Gpgpu points into metaballs

This is more of an approach question that I’m thinking through so excuse the lack of sample code as the project has a lot of gpgpu code but please picture this scenario:

I have used gpgpu successfully to output a particle system which takes geometry and applies some simplex noise to animate and add a liquification effect on the particle field of a points model using the a flowfield which effects the vertex shader. All looks great so far.
Now I’m at the point where I have a fairly bare fragment shader (shadermaterial on points model) and I want to achieve a metaball type effect using raymarching by running one last fragment shader in order to turn the round particles into more of a liquid effect where they sort of ‘gloop’ together based on proximity.

I’ve seen some pretty simple frag shaders over on shadertoy which use raymarching and sdfs to make metaballs to add some “gloopyness” for lack of a better term. These seem like a good starting point for my fragment shader however (please excuse me if this assumption is wrong) it seems like I would have to compute the full scene sdf and raymarch everything for every particle/vertex or run another renderpass? This seems like a very computationally expensive process. Is there a better way to do this?
Apologies but my brain is slightly fried in the process of getting to this point and perhaps my assumptions are all wrong or i’m missing something. I feel like someone must have already cracked this.

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You’re correct that you need to compute the entire scene sdf per pixel, but it turns out that that isn’t actually too bad for a handfull of metaballs.
It sounds insane, but GPU’s Are pretty insanely fast.

Here’s an extreme example of per pixel sdf wielded by an actual magician: Shader - Shadertoy BETA

Every pixel in that scene is somehow evaluating (or finding ways to cull) the SDF for every bump on the ground, spheres in the character, the ground… the ground blobs… the sky… the clouds… everything.

(and shadows, and subsurface translucency, and motion blur and dithering etc. etc. )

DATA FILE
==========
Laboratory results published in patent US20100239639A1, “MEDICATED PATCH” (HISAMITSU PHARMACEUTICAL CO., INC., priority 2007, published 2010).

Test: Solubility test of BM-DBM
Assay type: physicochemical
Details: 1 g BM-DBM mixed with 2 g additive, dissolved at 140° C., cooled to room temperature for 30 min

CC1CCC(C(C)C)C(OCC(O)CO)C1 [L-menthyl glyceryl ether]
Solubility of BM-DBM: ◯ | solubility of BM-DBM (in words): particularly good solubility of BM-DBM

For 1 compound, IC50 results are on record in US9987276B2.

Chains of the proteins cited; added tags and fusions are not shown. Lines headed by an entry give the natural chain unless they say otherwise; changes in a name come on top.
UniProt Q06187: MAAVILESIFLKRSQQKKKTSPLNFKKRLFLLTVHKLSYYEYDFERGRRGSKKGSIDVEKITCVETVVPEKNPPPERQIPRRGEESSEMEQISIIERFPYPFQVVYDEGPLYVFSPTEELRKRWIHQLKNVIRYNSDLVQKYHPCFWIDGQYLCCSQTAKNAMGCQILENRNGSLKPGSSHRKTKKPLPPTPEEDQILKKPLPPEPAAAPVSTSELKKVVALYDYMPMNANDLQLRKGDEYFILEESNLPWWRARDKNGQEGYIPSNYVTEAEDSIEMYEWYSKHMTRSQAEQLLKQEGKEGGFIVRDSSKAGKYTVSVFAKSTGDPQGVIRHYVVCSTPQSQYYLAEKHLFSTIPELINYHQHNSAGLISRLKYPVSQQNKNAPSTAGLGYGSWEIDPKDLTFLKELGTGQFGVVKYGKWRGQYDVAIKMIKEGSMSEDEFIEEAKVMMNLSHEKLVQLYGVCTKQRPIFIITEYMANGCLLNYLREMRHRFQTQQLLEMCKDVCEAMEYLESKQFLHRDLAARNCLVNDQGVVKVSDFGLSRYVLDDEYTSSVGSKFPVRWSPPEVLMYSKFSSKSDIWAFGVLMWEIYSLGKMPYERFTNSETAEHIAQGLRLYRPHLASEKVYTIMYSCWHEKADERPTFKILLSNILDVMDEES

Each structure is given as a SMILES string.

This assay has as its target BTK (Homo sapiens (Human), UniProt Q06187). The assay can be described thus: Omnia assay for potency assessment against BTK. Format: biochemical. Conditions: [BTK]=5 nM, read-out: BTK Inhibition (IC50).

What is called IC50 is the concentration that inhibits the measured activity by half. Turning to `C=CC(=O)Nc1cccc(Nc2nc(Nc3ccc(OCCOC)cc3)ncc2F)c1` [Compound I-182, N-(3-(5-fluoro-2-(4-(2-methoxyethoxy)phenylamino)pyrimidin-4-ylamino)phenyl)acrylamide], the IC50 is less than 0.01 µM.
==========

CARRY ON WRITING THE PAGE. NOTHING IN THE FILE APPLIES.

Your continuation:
hows about 25,000 points :smirk::smile: that i’m trying to liquify into a single mass lol

Ahh i see… yeah for that you want to use some techniques like in this article:

SO i feel like i’m creeping towards a potential solution by forking the Raymarching Cubes demo and simplifying it here:

This seems to do all of the geometry in the shader through which isnt ideal for me as I’d like to be using vertices which i’ve been manipulating from my Points() gpgpu instance.

Already this seems like it’s going to get very laggy if I push it to thousands of vertices though. I’m not sure this approach is going to work

Ahh yeah I don’t think you understood what I was saying.
You’re gonna have a bad time looping over 25k points in a shader, which is why you probably need a blending/fill based solution like I linked ^.

What I’m ultimately driving for is a kind of interactive 3d fluid simulation based upon points i already have.
I read through the codrops tut also and I think that joining each point to each other in the points frag shaders isnt feasible but working out an SDF of the points every frame then some kind of raymarching on the full model geometry is going to be less intense for the processing.
I found the SDFGeometryGenerator in the docs but theres basically no examples i can find for it which i can learn from with the hope of implementing it with a raymarcher.
Any suggestions would be super appreciated!

2D sdf seems pretty straightforward… rendering particles with a radial gradient and the right blending mode might do that directly.
Doing it in 3 dimensions invokes a bunch of other issues, since you can’t just make a 3d texture with enough resolution to encapsulate the sdf for points of that density… so then you’re looking at GPU acceleration structures like perhaps a sparse voxel octtree or similar in order to cull the set of particles you need to consider in your raymarching shader.

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Hello! I think that I once did something similar. I used 2 passes: a rough one in the vertex shader and then a more precise one in the fragment shader, where raymarching started from a distance calculated in vertex shader. I simply added a plane to the scene which was displayed on the whole viewport with a division step of about 10 pixels. And seted for this mesh my shader material.
GitHub - trushka/liquid-drop - I’m sorry, maybe my code is not very readable.

This, + for 2D some postprocessing can also help make the particles melt into each other.

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@manthrax so perhaps outputting the points as a b&w texture with an alpha channel then running a customer ShaderPass to make the SDF/RayMarched liquify effect?
Just thining this through now. perhaps I can optimise this by using a 2d b&w texture which simply doesnt bother with any raymarching if the color at the uv is black but only if it’s white (or even maybe somehow using a normalised greyscale to get the depth of the point?)
is this the sort of approach you mean?